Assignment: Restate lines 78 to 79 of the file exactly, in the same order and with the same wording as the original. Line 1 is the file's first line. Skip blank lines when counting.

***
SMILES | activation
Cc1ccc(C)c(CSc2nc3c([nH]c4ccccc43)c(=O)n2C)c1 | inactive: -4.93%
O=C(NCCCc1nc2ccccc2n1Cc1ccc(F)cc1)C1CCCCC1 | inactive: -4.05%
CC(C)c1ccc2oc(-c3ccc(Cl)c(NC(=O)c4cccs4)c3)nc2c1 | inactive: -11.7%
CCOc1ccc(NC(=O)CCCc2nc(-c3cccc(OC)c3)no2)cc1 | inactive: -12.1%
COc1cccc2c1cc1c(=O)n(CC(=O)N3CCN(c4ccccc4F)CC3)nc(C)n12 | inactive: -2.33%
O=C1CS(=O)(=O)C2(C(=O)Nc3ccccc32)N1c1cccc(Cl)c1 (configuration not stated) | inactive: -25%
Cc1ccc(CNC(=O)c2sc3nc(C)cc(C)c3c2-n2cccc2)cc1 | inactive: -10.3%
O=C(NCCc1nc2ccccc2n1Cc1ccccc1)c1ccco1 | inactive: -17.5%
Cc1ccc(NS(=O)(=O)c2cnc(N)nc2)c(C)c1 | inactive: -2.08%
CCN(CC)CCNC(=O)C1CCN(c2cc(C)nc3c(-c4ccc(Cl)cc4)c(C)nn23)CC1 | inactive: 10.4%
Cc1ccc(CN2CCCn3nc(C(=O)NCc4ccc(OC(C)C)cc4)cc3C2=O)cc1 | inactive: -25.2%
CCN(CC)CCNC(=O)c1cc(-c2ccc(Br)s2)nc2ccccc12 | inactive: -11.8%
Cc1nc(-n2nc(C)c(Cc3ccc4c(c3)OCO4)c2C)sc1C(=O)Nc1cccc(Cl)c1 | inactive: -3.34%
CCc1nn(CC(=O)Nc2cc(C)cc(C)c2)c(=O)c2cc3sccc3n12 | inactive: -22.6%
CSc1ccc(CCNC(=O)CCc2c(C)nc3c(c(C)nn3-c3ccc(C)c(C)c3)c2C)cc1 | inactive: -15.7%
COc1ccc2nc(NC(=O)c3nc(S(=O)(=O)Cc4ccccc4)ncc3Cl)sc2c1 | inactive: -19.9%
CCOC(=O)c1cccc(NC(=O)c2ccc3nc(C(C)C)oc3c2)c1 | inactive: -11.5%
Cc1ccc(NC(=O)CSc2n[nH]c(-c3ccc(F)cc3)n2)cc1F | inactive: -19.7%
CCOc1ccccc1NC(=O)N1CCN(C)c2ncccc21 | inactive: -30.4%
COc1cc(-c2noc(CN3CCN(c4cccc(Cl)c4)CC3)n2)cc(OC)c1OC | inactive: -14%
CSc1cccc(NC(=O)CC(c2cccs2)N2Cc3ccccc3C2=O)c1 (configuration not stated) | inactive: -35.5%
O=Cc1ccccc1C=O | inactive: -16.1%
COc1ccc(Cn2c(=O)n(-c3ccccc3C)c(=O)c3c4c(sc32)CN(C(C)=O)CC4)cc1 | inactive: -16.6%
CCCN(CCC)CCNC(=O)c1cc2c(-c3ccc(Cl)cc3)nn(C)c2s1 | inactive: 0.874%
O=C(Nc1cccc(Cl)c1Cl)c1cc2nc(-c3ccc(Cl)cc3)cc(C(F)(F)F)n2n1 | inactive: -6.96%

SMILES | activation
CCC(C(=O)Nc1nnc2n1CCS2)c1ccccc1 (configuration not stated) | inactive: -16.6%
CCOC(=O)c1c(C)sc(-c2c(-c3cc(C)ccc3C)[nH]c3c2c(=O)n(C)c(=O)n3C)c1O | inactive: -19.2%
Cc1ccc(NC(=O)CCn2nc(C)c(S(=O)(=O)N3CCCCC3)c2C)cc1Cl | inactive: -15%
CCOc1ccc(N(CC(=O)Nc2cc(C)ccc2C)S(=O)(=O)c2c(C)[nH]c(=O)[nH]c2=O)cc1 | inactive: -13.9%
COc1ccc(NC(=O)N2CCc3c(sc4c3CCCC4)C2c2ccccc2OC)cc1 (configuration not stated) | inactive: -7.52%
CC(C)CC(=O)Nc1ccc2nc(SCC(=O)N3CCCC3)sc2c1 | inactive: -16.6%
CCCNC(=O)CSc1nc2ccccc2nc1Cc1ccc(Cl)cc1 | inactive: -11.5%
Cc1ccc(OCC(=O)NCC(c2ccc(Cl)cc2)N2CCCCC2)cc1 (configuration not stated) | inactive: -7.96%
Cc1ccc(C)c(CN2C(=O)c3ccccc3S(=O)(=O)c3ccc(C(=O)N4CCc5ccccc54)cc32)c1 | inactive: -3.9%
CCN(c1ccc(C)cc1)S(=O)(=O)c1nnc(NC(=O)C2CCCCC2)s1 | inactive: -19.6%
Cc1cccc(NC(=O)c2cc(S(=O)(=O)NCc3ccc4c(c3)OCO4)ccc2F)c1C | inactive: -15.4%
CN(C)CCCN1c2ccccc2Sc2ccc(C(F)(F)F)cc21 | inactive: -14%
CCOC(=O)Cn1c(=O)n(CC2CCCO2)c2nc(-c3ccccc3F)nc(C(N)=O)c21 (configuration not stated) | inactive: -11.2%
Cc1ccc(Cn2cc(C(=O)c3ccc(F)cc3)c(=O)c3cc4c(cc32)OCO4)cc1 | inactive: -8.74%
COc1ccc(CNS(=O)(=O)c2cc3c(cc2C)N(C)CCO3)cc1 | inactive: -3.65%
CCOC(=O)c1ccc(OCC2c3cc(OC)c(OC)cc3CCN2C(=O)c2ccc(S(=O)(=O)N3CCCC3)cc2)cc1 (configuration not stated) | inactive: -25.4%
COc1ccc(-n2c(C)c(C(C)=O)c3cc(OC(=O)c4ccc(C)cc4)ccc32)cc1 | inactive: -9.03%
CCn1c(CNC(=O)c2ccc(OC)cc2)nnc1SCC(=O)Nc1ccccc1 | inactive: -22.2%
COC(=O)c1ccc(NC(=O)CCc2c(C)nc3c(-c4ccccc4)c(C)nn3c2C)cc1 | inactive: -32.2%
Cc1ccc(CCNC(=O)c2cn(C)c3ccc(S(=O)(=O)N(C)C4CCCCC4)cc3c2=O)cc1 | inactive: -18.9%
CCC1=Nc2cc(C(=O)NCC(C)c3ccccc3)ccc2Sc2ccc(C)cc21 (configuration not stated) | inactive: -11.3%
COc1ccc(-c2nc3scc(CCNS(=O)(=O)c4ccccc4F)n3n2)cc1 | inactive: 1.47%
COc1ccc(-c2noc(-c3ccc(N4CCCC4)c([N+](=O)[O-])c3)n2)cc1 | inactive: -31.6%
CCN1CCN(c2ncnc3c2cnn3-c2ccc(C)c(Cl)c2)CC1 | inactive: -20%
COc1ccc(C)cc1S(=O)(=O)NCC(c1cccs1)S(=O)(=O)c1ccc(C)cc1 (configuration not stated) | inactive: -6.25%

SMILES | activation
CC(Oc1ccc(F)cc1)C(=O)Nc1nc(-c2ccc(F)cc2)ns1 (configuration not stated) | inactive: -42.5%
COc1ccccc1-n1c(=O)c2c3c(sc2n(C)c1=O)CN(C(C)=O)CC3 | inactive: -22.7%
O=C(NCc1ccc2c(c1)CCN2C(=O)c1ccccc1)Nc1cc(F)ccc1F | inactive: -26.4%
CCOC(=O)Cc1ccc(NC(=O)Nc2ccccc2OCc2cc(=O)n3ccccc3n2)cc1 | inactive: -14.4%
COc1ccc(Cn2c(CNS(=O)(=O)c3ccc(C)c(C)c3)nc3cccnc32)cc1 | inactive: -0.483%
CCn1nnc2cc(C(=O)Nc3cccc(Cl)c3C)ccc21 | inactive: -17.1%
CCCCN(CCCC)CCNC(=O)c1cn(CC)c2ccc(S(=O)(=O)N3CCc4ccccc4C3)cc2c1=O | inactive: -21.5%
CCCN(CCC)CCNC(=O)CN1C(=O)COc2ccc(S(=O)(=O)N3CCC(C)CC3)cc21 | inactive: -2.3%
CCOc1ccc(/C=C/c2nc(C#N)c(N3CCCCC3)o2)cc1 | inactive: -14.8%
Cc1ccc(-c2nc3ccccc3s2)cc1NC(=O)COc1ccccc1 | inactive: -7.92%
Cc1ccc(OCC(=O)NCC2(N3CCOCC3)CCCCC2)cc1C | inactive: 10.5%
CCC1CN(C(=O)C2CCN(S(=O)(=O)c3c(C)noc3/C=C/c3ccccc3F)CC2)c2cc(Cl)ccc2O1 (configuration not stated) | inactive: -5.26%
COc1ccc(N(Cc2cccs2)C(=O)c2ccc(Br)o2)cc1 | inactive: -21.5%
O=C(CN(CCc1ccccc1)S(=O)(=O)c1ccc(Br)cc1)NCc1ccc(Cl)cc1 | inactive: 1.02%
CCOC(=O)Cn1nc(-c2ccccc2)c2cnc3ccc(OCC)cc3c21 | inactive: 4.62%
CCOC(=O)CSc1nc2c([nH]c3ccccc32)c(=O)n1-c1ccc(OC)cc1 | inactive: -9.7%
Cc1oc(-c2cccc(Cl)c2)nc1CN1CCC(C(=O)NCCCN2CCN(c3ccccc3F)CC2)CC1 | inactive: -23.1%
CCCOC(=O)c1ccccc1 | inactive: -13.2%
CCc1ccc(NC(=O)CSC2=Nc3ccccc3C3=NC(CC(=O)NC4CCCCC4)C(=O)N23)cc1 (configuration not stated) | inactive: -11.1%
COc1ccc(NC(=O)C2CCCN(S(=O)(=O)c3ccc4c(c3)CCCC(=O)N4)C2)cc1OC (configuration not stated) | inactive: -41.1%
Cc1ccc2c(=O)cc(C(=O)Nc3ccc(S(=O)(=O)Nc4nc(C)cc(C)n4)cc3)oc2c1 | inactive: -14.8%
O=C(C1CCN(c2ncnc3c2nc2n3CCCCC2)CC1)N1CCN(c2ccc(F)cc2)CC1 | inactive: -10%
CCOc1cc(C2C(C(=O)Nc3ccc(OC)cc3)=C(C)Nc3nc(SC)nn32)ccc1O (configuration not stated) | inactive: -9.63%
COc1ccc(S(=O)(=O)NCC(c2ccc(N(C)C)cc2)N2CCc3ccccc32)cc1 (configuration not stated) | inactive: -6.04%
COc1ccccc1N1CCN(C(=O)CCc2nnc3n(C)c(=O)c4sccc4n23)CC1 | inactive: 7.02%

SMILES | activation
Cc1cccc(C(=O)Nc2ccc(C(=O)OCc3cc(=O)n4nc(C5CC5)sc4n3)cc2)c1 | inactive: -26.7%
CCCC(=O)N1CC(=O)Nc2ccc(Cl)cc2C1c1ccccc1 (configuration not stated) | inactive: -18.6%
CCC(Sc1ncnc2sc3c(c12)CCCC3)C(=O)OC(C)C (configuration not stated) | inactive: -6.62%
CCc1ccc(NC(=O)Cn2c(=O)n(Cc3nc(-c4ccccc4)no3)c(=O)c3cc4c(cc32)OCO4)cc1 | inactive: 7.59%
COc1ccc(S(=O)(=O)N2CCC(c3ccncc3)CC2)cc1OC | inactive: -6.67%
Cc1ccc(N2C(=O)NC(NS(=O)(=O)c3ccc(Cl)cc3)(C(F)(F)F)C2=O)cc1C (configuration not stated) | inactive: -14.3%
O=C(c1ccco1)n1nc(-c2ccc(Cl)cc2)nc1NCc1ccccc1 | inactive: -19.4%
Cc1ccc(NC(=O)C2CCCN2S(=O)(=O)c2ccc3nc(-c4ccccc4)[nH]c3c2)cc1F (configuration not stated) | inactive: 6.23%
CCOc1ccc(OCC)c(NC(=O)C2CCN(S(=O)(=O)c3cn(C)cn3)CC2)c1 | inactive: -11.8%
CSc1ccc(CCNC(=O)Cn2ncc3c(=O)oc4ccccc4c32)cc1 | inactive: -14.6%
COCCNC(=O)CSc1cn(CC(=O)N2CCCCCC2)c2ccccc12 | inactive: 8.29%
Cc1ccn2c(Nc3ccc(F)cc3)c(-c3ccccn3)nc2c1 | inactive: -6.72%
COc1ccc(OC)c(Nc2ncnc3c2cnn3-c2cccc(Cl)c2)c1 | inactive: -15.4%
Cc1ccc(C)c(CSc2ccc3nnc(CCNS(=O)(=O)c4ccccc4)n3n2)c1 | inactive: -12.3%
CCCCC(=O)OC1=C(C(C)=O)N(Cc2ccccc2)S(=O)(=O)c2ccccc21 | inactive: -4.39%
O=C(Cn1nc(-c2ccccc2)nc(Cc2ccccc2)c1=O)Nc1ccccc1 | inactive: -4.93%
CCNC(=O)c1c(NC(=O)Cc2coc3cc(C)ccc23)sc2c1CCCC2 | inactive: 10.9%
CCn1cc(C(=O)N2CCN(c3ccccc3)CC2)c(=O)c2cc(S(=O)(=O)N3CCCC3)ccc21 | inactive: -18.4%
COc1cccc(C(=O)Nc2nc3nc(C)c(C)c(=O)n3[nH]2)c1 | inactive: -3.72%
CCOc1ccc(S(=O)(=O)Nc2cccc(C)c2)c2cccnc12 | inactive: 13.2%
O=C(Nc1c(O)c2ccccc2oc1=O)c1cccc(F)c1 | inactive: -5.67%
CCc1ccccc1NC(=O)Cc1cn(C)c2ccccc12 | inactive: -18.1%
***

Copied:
COc1ccccc1N1CCN(C(=O)CCc2nnc3n(C)c(=O)c4sccc4n23)CC1 | inactive: 7.02%

SMILES | activation